Sensitization to food allergens often occurs early in the preschool years. While not all kids who develop food sensitivities end up with full-blown allergies, it is often considered the precursor to the development of allergies and asthma. These conditions are typically grouped together under the term atopic disease because of their tendency to be caused by over active IgE, an antibody in your blood. This IgE latches onto allergens in everyday objects you come in contact with and initiates the allergic response. Atopic diseases include asthma, anaphylaxis and eczema and it is not uncommon for someone with atopic disease to develop all forms of the disease at some point in their life. This is called the atopic march.
One of the leading theories behind the development of atopic diseases, or an over active IgE response, is called the hygiene hypothesis. This hypothesis states that our excessive use of antibiotics for treatment of diseases that don’t need them as well as their use in cleaning supplies has led to the development of an immune system that is immature and uneducated in what is dangerous and what is not. This is because bacteria in our body, called our microbiome, play an important role in educating our immune system to prevent it from attacking things that are not dangerous, like foods. The bacteria in our gut are particularly important for this and are killed by antibiotics. Any loss of these bacteria or alterations in the makeup of this bacterial community can alter how the immune system develops. The lack of education of our immune system has actually been hypothesized to be associated with other autoimmune disorders.
The easiest way to understand this microbiome and its role in educating the immune system is to think of a child. Your child is will meet many people in their lifetime. If there are many good role models around for the child, then there is a greater chance that this child will grow up to understand right from wrong. If the child has more bad role models around, there is a greater chance the child will fail to understand right from wrong. The roles models in this examples are like the bacteria in your gut and th child is your young immune system. The good role models are the bacteria normally present and the bad role models being the bacteria that is present when the normal bacteria is missing. More bad bacteria, worse education for your immune system and the more likely it is to attack things it shouldn’t.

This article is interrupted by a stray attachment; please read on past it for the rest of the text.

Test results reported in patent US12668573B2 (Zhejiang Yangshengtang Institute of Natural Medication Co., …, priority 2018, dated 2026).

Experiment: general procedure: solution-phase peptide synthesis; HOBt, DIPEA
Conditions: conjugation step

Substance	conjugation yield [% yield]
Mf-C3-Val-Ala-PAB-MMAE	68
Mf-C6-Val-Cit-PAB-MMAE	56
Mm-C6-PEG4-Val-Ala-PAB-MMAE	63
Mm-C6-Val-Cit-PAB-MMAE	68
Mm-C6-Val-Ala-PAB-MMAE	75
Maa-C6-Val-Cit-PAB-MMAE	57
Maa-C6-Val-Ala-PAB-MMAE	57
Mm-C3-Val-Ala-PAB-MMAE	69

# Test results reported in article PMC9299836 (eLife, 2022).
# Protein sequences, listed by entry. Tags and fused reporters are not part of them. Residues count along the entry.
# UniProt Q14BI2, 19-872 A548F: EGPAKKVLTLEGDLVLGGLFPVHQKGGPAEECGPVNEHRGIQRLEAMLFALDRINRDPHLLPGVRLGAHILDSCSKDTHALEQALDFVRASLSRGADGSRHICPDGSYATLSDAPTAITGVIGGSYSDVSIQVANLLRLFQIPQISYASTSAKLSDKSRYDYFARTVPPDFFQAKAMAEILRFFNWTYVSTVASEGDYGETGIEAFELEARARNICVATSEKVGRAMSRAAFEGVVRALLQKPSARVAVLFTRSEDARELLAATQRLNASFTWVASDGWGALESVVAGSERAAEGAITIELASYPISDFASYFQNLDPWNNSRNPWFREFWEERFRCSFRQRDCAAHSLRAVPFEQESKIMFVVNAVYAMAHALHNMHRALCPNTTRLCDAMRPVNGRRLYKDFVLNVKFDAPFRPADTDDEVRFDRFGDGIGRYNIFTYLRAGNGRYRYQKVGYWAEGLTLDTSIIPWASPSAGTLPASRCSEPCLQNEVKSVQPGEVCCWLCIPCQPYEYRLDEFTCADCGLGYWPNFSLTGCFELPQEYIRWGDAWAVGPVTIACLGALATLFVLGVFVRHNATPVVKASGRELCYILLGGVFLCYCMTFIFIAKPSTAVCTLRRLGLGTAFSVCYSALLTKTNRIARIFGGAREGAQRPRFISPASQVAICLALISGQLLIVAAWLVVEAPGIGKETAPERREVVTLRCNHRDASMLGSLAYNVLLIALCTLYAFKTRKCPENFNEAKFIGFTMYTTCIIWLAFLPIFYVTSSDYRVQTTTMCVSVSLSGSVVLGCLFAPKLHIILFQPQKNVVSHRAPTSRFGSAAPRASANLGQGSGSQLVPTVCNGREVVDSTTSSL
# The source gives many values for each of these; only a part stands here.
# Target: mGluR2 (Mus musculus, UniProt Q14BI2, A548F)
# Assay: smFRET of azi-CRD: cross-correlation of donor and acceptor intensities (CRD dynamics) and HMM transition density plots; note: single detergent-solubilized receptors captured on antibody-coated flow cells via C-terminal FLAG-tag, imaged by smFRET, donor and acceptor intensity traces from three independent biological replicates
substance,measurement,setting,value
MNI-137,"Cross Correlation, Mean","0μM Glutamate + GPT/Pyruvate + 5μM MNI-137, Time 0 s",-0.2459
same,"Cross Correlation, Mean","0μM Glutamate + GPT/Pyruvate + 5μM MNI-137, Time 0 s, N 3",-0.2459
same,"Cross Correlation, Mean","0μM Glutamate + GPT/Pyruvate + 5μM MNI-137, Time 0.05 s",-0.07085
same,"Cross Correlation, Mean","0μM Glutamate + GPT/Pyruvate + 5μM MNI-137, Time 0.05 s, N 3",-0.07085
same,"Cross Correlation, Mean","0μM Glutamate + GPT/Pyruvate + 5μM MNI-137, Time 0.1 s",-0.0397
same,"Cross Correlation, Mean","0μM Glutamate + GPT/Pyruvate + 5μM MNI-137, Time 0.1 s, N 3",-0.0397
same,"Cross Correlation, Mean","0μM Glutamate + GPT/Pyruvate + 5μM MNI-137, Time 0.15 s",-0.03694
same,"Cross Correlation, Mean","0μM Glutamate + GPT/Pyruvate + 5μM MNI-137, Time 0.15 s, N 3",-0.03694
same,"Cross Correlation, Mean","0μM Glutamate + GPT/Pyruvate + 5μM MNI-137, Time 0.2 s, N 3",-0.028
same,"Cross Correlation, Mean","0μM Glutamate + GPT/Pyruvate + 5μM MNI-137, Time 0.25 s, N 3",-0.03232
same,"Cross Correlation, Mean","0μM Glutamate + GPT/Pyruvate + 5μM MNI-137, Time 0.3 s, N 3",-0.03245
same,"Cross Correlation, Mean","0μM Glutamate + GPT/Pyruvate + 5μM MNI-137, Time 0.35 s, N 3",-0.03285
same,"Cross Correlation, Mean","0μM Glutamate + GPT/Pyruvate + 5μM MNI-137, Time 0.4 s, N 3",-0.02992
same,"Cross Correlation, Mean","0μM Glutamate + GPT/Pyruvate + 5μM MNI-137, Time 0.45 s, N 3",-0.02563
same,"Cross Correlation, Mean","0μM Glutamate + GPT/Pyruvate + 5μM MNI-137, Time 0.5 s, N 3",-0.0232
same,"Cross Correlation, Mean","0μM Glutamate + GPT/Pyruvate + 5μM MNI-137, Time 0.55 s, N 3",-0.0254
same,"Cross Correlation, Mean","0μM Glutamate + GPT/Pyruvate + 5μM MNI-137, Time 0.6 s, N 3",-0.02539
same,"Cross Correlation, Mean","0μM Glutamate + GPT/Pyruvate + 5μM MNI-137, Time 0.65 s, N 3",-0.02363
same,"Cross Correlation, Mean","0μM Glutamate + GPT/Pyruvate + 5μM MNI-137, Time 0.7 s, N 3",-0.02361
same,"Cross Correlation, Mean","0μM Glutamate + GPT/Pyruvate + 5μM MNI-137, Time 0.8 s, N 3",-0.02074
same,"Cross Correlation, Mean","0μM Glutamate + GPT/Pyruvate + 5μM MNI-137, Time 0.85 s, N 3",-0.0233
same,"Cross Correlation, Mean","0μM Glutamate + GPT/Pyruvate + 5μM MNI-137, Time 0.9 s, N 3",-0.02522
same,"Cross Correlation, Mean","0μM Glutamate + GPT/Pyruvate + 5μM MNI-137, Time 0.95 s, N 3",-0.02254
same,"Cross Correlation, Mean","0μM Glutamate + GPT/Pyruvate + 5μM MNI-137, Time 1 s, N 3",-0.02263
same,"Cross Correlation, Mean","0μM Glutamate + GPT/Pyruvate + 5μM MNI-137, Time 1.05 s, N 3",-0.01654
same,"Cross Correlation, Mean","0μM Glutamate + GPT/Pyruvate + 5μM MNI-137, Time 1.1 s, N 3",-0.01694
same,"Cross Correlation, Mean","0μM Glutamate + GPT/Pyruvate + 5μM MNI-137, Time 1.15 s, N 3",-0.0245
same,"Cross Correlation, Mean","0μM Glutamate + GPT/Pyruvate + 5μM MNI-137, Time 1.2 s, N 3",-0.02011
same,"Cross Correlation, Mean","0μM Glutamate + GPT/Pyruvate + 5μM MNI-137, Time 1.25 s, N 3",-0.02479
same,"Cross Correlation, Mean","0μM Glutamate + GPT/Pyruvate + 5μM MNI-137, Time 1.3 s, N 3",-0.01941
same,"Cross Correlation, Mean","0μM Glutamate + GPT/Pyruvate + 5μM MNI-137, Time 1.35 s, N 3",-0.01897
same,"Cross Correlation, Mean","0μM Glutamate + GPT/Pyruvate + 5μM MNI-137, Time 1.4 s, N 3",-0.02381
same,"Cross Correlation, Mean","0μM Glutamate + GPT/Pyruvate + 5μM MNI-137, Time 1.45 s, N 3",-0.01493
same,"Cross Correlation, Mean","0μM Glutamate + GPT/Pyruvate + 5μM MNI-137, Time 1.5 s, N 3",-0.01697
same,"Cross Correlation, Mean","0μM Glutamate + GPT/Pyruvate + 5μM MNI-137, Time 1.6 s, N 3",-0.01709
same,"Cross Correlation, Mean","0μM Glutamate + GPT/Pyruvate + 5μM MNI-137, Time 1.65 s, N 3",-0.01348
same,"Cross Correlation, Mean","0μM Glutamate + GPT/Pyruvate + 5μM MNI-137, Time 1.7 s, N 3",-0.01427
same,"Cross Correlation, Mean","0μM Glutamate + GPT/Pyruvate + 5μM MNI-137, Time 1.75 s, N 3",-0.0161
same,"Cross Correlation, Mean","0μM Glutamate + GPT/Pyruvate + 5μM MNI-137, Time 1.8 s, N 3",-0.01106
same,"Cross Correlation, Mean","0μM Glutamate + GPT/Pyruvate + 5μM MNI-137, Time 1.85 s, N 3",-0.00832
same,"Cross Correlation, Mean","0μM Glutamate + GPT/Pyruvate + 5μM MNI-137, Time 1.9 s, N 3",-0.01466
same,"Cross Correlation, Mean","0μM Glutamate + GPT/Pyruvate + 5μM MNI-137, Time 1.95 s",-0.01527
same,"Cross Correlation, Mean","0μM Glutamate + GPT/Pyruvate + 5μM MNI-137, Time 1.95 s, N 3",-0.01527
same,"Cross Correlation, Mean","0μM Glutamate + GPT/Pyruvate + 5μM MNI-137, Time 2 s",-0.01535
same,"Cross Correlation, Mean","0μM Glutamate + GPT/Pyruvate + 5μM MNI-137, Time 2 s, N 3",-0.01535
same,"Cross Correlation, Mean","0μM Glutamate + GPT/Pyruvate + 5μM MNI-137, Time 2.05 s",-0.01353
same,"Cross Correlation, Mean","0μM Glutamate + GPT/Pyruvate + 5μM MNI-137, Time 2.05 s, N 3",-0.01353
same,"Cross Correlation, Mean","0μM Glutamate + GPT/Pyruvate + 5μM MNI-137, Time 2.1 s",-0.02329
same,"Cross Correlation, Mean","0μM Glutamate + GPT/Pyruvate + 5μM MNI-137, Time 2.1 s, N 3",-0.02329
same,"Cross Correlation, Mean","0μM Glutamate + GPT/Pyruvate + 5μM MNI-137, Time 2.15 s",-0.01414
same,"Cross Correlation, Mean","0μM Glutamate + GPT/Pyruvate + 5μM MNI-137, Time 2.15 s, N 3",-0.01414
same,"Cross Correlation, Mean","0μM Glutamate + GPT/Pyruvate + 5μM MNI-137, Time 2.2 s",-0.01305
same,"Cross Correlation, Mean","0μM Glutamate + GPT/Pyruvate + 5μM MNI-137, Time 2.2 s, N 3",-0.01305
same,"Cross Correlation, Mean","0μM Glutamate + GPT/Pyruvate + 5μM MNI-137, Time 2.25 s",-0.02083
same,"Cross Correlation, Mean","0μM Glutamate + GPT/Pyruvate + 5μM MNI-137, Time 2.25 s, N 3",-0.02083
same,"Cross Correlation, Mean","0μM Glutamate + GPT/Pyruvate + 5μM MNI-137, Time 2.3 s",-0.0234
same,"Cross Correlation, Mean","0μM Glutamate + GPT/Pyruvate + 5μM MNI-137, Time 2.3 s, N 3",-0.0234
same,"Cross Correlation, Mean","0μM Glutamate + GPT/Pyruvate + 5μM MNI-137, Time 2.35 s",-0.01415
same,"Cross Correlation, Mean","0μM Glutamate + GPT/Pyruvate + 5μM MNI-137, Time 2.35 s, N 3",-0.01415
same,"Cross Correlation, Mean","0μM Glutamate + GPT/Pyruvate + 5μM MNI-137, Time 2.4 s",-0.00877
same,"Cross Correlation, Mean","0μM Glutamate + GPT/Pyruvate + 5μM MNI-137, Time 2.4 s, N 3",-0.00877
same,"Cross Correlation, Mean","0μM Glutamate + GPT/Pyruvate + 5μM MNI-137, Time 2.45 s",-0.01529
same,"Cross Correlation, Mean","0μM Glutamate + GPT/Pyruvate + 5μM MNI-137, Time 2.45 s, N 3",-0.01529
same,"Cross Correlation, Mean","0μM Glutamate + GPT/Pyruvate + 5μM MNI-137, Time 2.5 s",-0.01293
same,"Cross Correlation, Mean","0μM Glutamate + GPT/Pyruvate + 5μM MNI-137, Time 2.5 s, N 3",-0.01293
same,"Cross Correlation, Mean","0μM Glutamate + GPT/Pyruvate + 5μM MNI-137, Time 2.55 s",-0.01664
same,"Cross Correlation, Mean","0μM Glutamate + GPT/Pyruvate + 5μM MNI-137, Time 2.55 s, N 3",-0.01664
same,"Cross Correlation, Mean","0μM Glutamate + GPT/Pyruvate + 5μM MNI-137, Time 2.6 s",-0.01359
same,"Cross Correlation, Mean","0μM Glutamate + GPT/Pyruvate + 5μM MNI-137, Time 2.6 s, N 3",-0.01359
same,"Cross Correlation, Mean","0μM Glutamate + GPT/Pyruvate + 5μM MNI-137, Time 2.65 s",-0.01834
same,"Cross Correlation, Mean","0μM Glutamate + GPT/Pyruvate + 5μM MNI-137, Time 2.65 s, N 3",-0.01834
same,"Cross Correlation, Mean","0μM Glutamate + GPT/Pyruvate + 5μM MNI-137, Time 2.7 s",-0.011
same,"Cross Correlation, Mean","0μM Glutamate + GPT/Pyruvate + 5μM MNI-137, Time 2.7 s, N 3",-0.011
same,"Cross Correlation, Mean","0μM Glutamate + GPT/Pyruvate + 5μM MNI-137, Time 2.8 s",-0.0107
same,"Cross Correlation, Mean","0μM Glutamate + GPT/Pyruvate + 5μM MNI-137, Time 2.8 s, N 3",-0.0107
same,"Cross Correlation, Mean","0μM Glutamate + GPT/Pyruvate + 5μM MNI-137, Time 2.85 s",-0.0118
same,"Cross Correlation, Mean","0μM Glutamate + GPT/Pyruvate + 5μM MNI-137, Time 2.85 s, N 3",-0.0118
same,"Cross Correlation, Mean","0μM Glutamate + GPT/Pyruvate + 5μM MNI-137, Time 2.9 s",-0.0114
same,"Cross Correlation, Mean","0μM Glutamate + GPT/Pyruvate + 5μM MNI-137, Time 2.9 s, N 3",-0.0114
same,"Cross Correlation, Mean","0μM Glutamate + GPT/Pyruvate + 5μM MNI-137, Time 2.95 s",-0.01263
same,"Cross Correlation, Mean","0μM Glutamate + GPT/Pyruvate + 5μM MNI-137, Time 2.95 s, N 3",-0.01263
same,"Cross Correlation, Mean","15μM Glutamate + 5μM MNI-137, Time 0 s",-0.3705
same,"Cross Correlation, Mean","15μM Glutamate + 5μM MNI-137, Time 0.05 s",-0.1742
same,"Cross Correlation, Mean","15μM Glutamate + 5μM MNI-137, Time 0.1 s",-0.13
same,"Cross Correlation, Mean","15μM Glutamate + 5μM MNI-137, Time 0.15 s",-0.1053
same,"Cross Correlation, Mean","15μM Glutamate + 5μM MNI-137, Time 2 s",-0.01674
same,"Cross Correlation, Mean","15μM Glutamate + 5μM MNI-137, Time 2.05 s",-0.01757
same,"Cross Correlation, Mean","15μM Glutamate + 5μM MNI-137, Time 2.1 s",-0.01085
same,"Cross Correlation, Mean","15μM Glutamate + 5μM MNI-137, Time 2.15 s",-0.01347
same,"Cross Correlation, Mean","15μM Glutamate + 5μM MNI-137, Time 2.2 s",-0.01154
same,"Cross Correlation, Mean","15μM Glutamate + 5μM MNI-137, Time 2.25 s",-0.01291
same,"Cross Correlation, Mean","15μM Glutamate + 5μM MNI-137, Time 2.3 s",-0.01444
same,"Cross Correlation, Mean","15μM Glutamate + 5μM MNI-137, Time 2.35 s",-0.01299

Researchers involved in the Canadian Healthy Infant Longitudinal Development Study or CHILD have been able to identify how changes in the gut microbiome of infants may be associated with the development of atopic disease. They collected fecal samples from 166 children at 3 months of age and again at 12 months of age to look for the types of bacteria that are colonizing the guts of these kids. Once they knew what kinds of bacteria were present, they tested these kids for food sensitivities by a skin prick test, the kind any kid with an allergy normally goes through. They then grouped the kids into those who had food sensitivity at 12 months of age and those who didn’t to see if the bacteria in their guts differed. Their results showed that children with food sensitivities were more likely to have a loss of bacteria richness or diversity early in life. They were also more likely to have elevated numbers of a bacteria, Enterobacteriacae, and more likely to have less of a bacteria, Bacteroidaceae. In fact, those kids who, at 3 months of age, had more diversity in their bacterial populations (more different types of bacteria) had about a 50% reduction in the risk for developing food sensitivity. Also, kids with a larger Enterobacteriacae to Bacteroidaceae ratio were twice as likely to develop food sensitivities. The interesting thing about these results is that they held true whether the kids were breast fed, birthed vaginally or by c-section or whether or not they had antibiotics early in life. This suggests that the babies start out with a defect in the colonization of their gut by bacteria rather than them developing this defect later in life due to some exposure (like antibiotics).
There is still plenty more work that needs to be done and the CHILD cohort is the prime setting to answer many of the questions. Primarily, it would be important to know how many of these children with food sensitivities will develop allergies and whether the type of bacteria in their gut is important in this transition. We also need to know whether something about the environment the kids are born into is affecting the initial colonization of their gut. Since the babies get their gut bacteria from their mother during birth, it is possible that some defect in the mothers microbiome is passed on to the babies. It is also possible that exposure to some chemical during pregnancy affects the babies gut making it more likely to be colonized by bad bacteria.
It should be noted that these results only hint at an association between bacteria and atopy and that there is still plenty of questions the hygiene hypothesis. More work still needs to be done to determine if the changes in the microbiome are a cause of atopy or just a bystander. We still don’t have all the answers but it seems more and more likely that bacteria are playing an important role in our health and the development of diseases like allergy and asthma. As such, more care needs to be taken when using antibiotics and antibacterial products. Don’t use them unless they are needed. For everyday use soap and water will do.